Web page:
Putin to Arab League summit: Russia ready for joint work to help war-torn Iraq & Syria recover
Moscow is prepared to join forces with the Arab League in an effort to help Iraq and Syria recover from protracted wars, Russian President Vladimir Putin said. He also urged that Arab nations sovereignty be respected.
“Russia is ready for a multifaceted cooperation with the Arab League in order to ensure regional security,” Putin said on Sunday in an address to the 22-member alliance. The Russian president said defeating Islamic State (IS, formerly ISIS) in many parts of Iraq and Syria provides an opening for “boosting political reconciliation and post-conflict reconstruction in these countries, [and] solving pressing humanitarian issues.”
It is essential to continue combatting terrorism in the region, but “unconditional respect” of Arab nations sovereignty and territorial integrity are also important, Putin stated, adding that it is impossible to make lasting peace in the Middle East without finding “a fundamental solution” to the Israeli-Palestinian conflict.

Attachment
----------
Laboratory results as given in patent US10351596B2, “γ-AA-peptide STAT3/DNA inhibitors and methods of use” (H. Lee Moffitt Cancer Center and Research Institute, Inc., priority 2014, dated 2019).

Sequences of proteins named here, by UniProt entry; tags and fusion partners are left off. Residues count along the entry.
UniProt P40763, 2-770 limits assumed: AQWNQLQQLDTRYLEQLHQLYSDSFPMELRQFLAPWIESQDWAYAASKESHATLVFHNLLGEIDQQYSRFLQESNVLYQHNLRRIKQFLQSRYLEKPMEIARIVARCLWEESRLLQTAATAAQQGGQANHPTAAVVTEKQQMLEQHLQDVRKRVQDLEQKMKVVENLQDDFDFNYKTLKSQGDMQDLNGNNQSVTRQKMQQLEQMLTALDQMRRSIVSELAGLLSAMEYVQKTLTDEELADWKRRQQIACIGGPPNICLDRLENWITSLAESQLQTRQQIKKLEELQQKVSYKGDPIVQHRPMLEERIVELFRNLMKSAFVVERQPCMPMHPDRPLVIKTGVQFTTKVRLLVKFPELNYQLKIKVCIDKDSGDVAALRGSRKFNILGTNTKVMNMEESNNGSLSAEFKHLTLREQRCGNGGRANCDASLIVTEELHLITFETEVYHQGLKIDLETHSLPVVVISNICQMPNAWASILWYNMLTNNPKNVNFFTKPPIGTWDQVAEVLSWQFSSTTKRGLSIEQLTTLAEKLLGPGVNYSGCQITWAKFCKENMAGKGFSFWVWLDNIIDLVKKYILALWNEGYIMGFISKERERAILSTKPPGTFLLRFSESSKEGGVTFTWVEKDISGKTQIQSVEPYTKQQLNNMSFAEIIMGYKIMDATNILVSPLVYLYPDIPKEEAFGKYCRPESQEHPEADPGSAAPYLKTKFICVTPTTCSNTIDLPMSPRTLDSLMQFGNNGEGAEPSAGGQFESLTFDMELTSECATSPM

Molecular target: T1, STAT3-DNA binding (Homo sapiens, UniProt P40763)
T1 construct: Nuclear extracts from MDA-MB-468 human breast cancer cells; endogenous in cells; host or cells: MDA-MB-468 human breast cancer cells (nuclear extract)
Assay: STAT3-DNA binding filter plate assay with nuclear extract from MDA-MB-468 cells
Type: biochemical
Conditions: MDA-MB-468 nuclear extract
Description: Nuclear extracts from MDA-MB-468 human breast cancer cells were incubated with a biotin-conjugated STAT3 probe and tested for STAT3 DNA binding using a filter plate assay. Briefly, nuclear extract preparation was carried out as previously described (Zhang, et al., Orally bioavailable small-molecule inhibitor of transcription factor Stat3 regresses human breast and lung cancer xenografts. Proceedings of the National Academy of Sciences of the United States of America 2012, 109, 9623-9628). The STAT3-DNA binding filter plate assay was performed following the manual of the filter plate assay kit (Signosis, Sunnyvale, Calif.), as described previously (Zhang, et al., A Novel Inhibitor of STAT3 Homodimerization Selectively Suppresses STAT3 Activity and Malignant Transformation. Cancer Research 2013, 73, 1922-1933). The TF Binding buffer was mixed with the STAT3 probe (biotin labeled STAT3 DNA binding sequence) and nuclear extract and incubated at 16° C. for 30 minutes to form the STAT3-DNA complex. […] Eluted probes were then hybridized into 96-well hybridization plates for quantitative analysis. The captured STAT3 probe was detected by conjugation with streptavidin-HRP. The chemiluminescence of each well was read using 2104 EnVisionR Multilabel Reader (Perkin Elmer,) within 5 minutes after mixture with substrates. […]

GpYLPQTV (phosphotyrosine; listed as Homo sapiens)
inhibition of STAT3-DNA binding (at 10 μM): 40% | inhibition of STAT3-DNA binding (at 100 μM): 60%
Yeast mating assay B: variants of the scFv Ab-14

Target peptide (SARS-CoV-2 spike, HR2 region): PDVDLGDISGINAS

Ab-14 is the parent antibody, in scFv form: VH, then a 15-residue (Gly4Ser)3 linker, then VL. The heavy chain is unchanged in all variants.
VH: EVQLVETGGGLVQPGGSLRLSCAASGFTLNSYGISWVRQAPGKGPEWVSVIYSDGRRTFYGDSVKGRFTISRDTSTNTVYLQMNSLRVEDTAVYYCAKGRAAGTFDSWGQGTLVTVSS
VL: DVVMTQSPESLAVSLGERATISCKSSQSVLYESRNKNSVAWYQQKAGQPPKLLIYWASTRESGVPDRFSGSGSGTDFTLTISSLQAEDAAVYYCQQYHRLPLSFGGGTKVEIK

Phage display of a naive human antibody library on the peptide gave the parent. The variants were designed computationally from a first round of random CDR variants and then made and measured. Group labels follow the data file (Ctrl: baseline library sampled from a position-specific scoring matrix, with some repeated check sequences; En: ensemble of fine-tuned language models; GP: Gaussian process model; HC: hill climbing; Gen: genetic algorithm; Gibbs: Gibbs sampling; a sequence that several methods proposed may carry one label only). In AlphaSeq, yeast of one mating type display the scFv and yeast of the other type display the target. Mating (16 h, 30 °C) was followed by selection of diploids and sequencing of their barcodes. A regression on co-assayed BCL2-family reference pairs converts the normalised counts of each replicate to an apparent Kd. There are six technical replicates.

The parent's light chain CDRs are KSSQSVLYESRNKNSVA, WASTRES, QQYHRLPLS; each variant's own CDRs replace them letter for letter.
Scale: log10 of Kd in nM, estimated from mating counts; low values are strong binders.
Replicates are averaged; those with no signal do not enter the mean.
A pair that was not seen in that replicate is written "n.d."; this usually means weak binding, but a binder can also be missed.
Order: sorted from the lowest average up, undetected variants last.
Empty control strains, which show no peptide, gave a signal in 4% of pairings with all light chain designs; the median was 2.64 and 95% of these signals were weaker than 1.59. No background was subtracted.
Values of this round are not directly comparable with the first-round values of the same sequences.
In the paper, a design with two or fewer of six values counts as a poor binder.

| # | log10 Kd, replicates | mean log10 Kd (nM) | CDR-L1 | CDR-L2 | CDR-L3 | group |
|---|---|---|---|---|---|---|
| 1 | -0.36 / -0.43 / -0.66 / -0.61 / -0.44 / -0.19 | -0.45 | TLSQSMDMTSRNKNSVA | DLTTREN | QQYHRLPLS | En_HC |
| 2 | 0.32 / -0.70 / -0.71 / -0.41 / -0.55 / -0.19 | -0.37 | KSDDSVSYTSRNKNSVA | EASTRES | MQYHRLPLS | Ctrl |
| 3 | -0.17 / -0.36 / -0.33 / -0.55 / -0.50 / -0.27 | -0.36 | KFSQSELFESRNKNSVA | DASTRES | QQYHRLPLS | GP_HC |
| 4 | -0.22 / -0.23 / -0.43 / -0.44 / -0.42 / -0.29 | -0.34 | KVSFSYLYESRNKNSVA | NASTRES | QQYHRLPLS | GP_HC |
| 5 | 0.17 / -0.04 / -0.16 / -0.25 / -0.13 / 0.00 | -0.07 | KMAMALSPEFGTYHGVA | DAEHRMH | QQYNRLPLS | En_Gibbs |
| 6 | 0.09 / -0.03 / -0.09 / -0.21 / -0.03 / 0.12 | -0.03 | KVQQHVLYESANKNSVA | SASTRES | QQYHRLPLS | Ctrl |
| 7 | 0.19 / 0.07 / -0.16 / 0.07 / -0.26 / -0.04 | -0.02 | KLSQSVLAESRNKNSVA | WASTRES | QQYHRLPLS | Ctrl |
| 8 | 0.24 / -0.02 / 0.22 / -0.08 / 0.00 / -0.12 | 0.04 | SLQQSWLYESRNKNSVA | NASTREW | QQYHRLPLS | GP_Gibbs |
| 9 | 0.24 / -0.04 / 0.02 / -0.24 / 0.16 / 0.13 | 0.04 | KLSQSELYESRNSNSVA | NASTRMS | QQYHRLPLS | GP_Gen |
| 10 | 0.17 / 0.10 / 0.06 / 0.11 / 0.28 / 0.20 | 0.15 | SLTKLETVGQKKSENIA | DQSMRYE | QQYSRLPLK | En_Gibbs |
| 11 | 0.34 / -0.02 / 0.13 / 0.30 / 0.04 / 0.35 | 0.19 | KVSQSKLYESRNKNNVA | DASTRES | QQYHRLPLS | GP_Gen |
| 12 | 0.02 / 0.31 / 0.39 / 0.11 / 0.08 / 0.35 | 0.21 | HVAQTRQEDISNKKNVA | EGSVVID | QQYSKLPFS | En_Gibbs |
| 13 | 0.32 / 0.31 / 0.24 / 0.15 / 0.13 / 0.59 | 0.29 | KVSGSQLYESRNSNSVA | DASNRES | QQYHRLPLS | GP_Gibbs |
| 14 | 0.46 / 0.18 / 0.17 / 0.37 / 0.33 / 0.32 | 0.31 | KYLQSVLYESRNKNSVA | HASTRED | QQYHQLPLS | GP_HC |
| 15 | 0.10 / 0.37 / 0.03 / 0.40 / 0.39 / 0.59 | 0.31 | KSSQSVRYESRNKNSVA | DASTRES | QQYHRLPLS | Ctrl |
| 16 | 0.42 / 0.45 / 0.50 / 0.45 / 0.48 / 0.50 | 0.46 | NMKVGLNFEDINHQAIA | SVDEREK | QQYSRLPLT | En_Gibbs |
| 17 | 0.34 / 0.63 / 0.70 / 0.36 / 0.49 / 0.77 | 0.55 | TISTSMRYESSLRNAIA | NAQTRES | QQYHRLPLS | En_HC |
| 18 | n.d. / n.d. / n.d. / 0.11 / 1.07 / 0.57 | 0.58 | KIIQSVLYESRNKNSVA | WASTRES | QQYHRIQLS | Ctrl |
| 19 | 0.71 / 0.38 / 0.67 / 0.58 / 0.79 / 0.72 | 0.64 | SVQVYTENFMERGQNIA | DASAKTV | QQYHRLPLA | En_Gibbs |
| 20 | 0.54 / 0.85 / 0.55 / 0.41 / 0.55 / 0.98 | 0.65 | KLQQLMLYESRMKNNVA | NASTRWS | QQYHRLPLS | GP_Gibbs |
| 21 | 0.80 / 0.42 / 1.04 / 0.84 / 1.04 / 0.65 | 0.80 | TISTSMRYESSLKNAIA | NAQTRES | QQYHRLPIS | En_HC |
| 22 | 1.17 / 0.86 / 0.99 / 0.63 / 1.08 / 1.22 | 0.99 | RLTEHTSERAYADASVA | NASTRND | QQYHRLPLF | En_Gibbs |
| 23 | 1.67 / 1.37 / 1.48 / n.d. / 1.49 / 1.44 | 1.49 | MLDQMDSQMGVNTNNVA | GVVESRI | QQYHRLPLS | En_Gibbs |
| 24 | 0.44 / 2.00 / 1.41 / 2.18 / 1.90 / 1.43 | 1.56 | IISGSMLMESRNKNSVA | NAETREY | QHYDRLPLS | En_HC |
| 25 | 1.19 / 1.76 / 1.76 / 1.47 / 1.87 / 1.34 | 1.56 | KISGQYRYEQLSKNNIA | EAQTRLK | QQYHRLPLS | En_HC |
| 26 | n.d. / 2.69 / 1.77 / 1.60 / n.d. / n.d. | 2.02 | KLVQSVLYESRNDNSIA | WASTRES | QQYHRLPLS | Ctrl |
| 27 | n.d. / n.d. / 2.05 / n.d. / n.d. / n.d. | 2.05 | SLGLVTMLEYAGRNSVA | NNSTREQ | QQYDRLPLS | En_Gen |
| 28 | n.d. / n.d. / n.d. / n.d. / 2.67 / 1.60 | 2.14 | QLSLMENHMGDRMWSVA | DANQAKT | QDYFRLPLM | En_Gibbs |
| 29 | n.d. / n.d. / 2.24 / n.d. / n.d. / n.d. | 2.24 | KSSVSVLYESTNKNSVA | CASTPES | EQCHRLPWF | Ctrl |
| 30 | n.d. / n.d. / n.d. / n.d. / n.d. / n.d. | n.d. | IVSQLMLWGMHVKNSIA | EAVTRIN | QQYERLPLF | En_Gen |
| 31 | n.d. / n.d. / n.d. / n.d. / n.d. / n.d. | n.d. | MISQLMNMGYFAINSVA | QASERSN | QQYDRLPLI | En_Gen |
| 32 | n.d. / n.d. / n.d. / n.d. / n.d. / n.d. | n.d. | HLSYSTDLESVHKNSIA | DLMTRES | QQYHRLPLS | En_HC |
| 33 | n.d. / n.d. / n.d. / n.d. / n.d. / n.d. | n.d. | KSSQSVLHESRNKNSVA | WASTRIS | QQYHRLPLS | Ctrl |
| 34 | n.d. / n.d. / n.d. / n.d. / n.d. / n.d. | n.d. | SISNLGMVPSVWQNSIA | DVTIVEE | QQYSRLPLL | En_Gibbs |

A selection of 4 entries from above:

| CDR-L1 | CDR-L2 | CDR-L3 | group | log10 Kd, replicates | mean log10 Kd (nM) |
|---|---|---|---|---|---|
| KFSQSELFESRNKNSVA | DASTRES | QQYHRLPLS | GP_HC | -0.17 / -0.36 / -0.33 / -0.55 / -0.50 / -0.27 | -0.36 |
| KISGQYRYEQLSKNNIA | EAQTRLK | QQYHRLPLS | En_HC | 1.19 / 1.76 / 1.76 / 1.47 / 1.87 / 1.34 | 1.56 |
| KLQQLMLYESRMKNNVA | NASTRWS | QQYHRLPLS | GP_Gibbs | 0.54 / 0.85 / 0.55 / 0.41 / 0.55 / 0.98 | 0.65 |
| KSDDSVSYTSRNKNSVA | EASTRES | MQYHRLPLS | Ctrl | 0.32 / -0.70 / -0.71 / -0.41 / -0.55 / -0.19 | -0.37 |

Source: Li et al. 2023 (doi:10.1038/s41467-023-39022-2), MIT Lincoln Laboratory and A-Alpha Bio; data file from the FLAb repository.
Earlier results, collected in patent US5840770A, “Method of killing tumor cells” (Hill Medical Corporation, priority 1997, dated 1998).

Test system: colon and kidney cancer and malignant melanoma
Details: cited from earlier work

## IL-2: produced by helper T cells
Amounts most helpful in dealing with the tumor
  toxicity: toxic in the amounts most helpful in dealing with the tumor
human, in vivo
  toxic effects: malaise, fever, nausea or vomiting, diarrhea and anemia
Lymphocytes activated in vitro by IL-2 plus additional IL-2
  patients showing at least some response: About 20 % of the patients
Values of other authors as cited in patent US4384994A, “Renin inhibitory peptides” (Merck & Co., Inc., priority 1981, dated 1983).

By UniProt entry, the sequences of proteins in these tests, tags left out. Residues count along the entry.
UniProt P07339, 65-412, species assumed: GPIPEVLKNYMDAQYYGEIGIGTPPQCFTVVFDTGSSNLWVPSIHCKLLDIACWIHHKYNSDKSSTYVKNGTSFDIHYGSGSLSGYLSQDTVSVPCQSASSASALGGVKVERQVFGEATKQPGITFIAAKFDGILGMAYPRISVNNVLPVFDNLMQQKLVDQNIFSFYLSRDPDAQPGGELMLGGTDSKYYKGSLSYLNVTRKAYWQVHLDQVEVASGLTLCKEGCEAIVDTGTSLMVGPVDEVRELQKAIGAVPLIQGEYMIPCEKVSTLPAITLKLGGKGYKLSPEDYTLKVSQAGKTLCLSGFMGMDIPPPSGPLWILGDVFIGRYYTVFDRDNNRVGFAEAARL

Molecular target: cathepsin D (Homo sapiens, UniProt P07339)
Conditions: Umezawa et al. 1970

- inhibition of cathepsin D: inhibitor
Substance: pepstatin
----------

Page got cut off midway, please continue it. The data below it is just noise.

“The Russian stance remains the same,” Putin said. “All issues relating to Palestinian territories, including Jerusalem, must be dealt with during face-to-face talks between Palestine and Israel.”
His words come as members of the alliance convened in Saudi Arabia for the 29th Arab League summit. Syria and Iran are said to be the most pressing issues of the meeting, chaired by Saudi King Salman bin Abdulaziz, local media reported.
The address comes a day after a US-led bombardment hit Syria over an alleged chemical weapon attack launched by Damascus. Syria has denied the allegations and allowed inspectors from the Organisation for the Prohibition of Chemical Weapons (OPCW) to visit the site. The bombardment kicked off shortly before the fact-finding mission was due to begin its work. Putin called the action a flagrant violation of international law which only boosts instability in Syria.
Russia has spearheaded the peace process in Syria, along with its regional partners Turkey and Iran. In January, Sochi, Russia hosted the Syrian National Dialogue Congress. Over 1,500 delegates representing various Syrian groups were invited to participate in the talks. The peace conference was praised by UN Secretary-General Antonio Guterres.
In Syria, the Russian military is running the Reconciliation Center, a body in charge of arranging and safeguarding ceasefire agreements between the belligerents. Humanitarian pauses negotiated with the help of the center played a vital role in bringing peace to various parts of the country.
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